The team will also work with two students in the Harvard Summer Research in Global Health Program to identify global challenges. In developing nations, cost may be a bigger factor, or there may be different limitations on bathing or swimming. Seeing how their devices are viewed in a global context is an important consideration as the PionEar research team moves forward, Black said.

The team is taking advantage of the Harvard network, utilizing the resources of the Wyss Institute for Biologically Inspired Engineering, where both Lewis and Aizenberg are core faculty members, Harvard Innovation Labs Venture Incubation Program, and the Office of Technology Development to protect their intellectual property and develop a sound plan to reach human clinical trials.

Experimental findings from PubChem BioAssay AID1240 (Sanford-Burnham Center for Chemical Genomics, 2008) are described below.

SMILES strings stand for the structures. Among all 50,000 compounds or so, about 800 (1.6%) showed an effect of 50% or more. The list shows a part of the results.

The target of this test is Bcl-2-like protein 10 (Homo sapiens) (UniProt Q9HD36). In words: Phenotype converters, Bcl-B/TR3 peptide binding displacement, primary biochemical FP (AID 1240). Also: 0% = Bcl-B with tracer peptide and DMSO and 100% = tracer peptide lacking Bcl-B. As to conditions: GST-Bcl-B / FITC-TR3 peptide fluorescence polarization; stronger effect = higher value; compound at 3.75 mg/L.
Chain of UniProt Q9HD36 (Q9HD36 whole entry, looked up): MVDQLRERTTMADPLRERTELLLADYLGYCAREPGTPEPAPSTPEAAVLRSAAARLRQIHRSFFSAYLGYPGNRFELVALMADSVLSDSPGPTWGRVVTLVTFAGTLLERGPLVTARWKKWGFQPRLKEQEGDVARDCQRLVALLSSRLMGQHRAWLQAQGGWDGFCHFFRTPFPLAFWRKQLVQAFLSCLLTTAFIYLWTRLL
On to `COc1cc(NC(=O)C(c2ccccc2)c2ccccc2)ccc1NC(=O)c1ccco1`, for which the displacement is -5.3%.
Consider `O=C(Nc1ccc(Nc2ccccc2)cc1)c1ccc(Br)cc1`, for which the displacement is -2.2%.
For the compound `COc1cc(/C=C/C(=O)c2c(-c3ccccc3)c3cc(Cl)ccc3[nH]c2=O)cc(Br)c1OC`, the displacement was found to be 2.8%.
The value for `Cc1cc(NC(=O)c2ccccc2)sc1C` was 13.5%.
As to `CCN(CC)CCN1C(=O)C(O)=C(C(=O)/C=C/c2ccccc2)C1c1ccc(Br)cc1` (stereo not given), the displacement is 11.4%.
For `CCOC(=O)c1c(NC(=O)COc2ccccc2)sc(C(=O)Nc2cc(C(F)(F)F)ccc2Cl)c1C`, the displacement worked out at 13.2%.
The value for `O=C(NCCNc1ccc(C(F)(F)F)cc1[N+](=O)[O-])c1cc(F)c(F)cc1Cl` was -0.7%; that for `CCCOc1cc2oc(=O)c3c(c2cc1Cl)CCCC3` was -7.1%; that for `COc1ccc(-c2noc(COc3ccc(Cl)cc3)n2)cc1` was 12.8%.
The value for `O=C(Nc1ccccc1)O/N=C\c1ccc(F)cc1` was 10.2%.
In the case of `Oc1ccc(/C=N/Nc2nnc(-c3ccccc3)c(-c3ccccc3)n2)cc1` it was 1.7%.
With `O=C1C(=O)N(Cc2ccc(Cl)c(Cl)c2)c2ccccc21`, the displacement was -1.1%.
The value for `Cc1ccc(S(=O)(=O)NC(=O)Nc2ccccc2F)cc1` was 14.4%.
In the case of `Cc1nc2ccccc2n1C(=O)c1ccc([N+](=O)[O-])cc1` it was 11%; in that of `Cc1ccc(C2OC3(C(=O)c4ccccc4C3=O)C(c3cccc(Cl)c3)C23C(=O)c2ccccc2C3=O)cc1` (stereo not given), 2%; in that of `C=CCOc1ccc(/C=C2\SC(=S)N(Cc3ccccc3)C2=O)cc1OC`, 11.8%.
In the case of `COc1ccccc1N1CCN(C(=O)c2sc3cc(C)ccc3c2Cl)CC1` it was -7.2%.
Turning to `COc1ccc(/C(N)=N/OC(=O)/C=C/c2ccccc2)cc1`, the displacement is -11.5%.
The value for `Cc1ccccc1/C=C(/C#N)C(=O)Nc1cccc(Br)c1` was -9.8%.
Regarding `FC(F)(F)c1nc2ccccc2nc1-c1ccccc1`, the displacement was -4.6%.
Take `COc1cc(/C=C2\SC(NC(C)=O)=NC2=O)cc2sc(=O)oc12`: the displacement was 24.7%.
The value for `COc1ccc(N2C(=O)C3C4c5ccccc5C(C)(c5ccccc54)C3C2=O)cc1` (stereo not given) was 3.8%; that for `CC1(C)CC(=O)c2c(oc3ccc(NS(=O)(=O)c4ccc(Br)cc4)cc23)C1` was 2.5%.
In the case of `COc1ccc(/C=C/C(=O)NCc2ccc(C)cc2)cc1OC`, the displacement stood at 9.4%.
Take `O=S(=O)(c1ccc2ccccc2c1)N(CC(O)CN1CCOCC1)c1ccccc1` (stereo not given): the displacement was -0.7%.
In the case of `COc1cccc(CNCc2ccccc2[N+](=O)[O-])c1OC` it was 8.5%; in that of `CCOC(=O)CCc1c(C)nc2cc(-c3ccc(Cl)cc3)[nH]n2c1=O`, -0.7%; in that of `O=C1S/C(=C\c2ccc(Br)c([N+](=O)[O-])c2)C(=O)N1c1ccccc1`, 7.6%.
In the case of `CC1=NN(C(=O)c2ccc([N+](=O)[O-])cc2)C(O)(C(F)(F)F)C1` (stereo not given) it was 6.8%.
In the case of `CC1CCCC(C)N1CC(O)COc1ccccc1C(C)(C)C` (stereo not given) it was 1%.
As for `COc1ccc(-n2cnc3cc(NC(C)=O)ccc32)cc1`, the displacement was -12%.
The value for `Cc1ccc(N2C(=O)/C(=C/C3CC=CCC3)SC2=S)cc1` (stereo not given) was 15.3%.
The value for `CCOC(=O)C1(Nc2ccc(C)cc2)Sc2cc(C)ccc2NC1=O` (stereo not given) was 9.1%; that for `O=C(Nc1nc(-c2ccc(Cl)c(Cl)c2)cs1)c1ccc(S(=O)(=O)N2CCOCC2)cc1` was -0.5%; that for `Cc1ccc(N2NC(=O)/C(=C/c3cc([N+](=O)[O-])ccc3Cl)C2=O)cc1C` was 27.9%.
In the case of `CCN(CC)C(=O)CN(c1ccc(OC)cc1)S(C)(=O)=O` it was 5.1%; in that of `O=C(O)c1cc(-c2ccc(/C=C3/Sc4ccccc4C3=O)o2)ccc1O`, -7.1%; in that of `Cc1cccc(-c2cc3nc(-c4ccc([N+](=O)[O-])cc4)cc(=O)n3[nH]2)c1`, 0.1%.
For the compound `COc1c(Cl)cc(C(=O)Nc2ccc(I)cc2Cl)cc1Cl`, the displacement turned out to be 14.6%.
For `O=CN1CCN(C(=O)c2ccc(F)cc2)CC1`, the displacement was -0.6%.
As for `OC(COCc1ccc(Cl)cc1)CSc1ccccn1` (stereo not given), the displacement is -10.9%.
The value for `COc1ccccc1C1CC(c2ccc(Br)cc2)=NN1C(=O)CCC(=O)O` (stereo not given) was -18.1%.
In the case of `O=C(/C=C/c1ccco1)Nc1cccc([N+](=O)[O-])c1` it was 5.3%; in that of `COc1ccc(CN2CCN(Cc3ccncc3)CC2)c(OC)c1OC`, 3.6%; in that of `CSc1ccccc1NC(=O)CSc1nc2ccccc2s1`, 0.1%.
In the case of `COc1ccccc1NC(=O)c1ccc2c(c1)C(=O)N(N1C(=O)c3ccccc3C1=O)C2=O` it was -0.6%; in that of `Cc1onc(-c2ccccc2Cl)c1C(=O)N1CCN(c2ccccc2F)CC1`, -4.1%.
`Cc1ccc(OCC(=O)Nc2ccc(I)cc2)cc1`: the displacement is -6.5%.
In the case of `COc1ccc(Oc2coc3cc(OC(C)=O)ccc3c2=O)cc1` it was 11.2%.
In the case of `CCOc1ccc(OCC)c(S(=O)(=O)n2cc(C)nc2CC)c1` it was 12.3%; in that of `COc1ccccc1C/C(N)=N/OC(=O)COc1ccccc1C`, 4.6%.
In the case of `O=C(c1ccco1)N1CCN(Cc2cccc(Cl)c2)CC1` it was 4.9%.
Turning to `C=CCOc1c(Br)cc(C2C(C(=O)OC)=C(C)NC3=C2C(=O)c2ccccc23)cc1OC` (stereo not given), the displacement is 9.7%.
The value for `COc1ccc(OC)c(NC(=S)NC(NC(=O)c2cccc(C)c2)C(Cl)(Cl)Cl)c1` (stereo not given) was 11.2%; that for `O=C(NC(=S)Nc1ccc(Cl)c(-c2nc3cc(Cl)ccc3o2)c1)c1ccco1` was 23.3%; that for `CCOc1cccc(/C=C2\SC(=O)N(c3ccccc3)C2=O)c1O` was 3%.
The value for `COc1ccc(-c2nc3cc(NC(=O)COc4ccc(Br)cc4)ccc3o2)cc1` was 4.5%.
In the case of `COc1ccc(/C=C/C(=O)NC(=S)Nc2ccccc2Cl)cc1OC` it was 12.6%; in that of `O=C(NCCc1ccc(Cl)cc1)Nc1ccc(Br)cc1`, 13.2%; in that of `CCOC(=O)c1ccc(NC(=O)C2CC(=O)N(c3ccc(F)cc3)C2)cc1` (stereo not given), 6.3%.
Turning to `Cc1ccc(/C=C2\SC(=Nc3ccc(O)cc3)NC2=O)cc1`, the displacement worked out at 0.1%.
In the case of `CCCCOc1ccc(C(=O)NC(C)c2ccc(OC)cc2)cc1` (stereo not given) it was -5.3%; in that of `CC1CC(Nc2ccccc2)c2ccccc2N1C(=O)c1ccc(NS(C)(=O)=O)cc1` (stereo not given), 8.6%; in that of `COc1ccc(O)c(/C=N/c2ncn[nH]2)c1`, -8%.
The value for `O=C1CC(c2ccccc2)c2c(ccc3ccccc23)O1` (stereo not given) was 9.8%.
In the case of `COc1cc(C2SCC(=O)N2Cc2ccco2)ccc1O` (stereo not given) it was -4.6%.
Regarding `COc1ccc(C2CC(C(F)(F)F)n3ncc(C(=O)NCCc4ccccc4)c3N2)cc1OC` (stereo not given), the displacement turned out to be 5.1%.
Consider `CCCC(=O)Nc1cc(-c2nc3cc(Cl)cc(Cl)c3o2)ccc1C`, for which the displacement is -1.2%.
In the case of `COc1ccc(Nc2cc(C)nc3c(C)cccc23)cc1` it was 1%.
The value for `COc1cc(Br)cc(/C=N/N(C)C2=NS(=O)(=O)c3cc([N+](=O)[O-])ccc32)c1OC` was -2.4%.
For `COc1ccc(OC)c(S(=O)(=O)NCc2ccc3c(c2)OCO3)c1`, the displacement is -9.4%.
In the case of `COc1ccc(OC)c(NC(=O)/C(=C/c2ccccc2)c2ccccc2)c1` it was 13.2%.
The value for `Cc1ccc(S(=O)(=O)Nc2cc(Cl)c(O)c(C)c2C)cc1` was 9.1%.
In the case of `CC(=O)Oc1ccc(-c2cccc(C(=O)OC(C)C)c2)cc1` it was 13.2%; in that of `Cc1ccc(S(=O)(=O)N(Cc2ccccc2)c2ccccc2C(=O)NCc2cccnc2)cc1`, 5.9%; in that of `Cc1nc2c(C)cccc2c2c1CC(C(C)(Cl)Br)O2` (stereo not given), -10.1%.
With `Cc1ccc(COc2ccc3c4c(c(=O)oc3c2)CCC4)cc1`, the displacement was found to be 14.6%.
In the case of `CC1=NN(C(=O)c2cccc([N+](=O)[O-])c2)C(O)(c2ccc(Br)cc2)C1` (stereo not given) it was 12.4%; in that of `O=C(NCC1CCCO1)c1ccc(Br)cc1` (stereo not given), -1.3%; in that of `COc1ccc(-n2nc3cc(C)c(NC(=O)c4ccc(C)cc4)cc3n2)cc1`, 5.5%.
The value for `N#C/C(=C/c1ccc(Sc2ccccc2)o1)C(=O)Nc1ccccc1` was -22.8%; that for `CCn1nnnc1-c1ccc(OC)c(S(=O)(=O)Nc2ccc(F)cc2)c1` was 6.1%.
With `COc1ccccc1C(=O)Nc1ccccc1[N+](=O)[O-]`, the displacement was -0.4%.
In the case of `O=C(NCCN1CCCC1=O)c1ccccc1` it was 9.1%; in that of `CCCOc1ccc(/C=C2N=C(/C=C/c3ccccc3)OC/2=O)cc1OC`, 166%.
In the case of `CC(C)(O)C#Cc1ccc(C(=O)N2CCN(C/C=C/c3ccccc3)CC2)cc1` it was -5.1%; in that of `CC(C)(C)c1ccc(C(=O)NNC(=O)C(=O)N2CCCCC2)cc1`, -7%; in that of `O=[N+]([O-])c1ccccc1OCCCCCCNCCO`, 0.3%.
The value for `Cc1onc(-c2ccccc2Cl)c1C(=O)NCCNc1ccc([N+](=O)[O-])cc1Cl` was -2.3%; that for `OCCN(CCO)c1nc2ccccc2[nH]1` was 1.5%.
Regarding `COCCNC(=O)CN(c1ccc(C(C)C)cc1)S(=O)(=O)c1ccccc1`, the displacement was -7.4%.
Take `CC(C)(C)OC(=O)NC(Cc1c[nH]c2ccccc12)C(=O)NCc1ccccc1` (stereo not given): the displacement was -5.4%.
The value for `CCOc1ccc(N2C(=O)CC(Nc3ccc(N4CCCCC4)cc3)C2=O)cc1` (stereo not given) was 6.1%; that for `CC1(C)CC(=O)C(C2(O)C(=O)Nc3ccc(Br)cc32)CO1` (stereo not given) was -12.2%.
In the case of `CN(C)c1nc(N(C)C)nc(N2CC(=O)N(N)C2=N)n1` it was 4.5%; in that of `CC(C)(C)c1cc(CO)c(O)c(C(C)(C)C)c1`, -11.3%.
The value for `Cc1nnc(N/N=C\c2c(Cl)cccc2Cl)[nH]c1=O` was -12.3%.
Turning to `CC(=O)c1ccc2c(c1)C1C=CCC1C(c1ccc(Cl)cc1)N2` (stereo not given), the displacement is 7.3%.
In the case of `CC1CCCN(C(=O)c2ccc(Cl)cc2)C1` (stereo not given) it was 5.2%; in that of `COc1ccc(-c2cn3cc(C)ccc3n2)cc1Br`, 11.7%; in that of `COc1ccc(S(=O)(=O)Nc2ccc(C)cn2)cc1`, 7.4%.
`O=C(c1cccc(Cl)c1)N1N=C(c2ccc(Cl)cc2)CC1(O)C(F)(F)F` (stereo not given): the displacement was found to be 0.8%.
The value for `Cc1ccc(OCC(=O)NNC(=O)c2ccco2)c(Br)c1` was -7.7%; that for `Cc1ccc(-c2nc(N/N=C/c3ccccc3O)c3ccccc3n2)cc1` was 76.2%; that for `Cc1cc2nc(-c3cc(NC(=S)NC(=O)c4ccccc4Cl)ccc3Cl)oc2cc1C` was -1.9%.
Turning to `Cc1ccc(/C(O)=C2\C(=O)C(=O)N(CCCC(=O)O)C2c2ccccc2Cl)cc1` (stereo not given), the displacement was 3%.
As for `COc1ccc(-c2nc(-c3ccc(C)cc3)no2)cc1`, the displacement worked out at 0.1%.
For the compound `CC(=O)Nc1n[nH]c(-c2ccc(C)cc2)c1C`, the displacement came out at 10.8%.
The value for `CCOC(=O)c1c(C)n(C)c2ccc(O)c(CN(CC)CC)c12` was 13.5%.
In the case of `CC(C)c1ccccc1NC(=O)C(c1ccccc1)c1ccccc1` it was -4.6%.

The PionEar team is currently in the Venture Incubation Program at the Harvard Innovation Labs. (Photo courtesy of PionEar.)

While translating basic science research into an implantable device is new territory for the PionEar team, they are able to combine surgeons’ clinical expertise with bioengineers’ innovative mindsets to conceive novel solutions to a problem that has existed for decades, Kozin said.

“The goal of every surgeon-scientist is not only to treat the patient, but also to think about how he or she can improve the surgical management of patients by minimizing patient morbidity and creating novel therapeutics that may eliminate the need for surgery completely,” he said. “I think our project directly addresses these goals.”

For Pavlichenko, who knows firsthand the frustrations felt by parents of children who receive tympanostomy tubes, the opportunity to make an impact, even though a final product may still be several years away, is especially gratifying.

“I truly believe that we can bring a real product to patients, a product that could help children and millions of parents like me,” she said. “The opportunity to solve this problem is very inspirational.”